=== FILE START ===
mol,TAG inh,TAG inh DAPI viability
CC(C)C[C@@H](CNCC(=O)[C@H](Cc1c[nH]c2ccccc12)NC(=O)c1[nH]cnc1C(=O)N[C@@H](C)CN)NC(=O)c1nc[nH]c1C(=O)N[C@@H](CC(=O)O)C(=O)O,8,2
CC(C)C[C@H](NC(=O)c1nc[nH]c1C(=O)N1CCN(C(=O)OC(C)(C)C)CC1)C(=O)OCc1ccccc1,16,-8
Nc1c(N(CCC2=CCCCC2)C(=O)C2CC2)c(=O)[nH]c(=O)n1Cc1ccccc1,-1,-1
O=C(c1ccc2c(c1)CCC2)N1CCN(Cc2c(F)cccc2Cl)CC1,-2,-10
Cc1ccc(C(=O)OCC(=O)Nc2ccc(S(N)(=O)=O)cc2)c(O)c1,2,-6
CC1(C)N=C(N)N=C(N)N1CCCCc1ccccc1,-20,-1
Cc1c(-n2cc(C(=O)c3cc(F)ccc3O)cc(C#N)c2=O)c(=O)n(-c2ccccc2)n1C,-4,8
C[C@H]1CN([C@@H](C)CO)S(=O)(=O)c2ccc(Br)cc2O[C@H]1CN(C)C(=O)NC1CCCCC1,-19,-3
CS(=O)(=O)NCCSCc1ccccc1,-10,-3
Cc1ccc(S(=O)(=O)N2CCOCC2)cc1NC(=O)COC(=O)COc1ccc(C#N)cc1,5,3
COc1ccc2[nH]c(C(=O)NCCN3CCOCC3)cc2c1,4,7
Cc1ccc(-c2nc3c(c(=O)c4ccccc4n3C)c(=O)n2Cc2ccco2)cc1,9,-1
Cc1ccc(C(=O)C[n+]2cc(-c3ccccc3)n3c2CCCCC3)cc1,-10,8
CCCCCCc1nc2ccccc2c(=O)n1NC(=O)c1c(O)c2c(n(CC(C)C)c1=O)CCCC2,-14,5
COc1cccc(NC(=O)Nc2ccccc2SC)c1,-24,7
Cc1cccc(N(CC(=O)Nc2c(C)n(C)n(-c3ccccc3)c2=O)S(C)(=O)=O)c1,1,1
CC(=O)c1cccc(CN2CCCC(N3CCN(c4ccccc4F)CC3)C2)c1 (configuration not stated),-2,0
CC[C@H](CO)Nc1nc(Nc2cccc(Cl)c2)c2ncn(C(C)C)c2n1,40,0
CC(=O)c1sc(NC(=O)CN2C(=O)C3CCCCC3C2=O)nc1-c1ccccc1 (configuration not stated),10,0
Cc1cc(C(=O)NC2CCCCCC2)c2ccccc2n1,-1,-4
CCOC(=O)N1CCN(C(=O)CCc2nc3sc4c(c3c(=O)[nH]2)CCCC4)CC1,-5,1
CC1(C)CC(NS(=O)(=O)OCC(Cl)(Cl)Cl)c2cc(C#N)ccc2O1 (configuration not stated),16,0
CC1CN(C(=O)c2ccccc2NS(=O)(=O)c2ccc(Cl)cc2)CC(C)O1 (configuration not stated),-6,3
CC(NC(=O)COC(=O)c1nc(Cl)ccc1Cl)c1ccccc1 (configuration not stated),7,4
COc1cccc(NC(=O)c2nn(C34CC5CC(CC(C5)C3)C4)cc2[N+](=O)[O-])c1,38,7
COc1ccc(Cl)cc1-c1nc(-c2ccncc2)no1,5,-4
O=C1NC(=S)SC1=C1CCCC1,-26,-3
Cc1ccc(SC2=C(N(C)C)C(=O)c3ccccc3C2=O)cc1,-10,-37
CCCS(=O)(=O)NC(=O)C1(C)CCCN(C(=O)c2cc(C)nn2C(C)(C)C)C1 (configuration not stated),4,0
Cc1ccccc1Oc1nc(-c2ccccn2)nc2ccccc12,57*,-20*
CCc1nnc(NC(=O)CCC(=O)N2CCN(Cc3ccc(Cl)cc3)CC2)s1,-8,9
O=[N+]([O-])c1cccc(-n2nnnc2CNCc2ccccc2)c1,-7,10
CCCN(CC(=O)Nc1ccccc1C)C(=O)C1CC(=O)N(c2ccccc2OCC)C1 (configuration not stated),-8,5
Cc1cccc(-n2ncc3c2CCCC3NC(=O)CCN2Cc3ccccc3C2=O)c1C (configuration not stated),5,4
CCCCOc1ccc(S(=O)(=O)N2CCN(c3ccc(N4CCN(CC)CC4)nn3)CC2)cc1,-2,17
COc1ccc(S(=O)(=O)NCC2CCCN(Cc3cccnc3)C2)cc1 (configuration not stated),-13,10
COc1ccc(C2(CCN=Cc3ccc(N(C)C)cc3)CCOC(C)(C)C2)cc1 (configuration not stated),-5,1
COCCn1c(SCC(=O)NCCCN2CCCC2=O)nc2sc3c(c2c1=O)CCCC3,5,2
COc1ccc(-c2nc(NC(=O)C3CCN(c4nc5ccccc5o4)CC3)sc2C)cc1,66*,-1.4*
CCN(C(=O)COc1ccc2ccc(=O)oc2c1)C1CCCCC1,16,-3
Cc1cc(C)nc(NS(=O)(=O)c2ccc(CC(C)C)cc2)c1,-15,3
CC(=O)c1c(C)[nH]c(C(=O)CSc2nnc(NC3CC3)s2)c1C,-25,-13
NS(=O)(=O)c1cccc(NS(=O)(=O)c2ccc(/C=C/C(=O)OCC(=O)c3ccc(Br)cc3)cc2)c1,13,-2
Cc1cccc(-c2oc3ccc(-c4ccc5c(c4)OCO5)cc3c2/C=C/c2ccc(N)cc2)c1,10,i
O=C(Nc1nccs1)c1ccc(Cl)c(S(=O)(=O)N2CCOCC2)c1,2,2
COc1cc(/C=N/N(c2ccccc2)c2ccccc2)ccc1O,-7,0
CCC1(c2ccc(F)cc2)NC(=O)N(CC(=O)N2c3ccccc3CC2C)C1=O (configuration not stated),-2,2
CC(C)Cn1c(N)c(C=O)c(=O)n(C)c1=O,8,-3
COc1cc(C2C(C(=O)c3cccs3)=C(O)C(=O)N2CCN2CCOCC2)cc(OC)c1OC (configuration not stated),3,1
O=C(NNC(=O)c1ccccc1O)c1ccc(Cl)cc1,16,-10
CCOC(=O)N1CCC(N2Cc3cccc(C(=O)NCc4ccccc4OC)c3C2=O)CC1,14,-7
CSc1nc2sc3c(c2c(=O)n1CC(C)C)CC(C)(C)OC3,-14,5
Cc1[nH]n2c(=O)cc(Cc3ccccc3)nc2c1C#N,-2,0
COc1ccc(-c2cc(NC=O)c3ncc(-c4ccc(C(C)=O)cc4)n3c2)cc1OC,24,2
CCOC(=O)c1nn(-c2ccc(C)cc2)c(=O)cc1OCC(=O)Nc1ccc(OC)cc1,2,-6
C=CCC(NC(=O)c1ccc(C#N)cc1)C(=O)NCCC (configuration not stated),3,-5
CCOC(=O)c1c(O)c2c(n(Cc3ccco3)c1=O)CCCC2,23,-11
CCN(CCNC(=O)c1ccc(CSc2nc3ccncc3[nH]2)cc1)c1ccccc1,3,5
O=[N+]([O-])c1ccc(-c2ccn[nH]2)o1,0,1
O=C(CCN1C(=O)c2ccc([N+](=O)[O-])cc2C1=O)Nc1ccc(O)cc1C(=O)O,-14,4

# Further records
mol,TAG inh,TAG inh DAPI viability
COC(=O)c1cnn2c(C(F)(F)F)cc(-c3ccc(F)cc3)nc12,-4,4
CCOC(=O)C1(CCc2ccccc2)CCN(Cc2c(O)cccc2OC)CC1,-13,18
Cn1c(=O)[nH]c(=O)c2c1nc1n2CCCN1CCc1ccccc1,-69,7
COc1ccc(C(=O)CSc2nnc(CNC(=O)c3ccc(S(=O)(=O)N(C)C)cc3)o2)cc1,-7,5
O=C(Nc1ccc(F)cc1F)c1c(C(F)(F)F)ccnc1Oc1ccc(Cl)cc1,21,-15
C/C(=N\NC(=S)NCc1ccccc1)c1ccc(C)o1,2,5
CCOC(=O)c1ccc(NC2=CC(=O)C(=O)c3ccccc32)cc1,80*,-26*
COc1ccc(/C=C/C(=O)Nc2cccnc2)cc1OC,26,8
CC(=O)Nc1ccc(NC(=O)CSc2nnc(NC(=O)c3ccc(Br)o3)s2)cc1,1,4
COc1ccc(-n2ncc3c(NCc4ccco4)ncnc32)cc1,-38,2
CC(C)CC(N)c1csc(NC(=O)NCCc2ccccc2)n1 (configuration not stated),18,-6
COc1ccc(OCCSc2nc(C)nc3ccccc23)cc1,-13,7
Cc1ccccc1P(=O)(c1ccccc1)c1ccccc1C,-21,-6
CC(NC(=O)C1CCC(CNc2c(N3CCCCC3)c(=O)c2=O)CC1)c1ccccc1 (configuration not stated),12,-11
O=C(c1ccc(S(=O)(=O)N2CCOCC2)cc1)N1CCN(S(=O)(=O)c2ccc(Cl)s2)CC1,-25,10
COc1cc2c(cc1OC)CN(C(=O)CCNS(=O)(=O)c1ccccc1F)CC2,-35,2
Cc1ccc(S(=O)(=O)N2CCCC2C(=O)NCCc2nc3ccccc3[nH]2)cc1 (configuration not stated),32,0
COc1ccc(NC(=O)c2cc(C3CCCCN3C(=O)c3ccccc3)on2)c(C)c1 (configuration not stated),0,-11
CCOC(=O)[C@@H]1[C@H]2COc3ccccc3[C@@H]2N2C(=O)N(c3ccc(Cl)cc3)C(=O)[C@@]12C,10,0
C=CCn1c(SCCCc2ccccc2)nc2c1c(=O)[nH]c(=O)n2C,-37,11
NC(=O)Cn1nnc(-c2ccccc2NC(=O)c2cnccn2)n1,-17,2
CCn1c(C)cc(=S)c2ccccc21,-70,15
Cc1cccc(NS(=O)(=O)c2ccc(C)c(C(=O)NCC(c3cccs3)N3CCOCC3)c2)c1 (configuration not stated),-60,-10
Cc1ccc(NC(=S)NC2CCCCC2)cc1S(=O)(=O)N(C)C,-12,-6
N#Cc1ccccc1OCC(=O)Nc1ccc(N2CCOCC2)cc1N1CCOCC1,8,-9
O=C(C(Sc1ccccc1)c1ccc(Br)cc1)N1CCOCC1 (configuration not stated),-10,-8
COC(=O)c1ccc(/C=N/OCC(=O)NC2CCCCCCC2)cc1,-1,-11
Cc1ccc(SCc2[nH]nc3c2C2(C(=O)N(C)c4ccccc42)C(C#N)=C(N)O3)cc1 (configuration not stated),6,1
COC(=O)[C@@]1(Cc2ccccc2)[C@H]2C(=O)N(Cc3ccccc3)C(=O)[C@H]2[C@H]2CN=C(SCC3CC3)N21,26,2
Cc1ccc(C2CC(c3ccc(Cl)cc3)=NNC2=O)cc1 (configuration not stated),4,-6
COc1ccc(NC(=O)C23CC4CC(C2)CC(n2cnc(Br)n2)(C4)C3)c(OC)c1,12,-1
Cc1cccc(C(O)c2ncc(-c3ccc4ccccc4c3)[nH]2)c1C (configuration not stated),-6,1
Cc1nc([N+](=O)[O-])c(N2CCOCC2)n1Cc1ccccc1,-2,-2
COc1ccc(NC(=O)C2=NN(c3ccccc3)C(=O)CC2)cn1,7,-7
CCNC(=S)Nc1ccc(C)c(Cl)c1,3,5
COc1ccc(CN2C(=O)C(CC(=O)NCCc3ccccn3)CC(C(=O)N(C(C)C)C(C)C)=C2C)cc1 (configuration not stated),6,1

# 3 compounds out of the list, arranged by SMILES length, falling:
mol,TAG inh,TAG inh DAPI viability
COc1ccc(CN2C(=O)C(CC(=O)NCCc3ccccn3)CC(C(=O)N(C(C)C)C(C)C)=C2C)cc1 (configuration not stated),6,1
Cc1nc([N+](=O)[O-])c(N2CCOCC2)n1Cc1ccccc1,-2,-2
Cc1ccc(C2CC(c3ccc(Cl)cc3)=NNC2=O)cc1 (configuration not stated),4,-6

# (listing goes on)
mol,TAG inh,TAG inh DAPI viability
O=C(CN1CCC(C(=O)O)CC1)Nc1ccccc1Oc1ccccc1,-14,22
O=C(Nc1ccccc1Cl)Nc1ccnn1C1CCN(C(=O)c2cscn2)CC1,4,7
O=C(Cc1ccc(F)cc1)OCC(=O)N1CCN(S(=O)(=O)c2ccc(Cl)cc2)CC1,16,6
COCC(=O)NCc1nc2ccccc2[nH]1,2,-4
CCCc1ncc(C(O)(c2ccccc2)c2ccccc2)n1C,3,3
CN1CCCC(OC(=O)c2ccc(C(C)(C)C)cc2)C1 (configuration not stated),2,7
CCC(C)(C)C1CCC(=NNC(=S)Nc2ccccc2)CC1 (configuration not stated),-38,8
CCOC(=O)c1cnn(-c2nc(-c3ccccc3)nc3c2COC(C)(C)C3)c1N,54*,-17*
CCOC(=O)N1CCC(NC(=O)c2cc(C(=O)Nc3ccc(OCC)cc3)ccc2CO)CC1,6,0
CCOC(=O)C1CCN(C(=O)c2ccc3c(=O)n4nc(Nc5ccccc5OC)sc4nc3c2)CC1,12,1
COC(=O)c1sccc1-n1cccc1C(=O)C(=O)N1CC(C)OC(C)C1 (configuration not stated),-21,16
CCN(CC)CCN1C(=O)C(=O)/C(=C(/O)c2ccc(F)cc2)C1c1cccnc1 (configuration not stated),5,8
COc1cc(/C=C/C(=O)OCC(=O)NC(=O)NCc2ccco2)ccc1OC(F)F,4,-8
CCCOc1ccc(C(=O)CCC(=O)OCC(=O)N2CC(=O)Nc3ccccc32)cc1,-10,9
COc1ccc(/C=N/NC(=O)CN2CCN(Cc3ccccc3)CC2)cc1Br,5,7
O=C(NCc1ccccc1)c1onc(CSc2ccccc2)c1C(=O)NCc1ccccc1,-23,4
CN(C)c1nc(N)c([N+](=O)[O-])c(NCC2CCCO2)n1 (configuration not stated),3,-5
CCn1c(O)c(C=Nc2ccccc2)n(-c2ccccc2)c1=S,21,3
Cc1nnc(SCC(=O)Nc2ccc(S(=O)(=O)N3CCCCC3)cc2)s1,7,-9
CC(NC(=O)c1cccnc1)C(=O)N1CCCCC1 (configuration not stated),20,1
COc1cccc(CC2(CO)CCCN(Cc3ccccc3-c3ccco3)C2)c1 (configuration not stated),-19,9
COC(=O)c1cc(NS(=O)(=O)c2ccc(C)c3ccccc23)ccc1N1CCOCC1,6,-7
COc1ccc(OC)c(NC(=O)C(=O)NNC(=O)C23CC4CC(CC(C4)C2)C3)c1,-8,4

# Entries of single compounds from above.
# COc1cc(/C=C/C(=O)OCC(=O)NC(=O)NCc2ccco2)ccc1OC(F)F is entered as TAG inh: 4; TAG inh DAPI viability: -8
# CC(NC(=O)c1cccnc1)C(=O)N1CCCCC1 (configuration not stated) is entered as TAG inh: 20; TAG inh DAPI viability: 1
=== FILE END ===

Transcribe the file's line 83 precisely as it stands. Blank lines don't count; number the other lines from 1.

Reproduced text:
C=CCn1c(SCCCc2ccccc2)nc2c1c(=O)[nH]c(=O)n2C,-37,11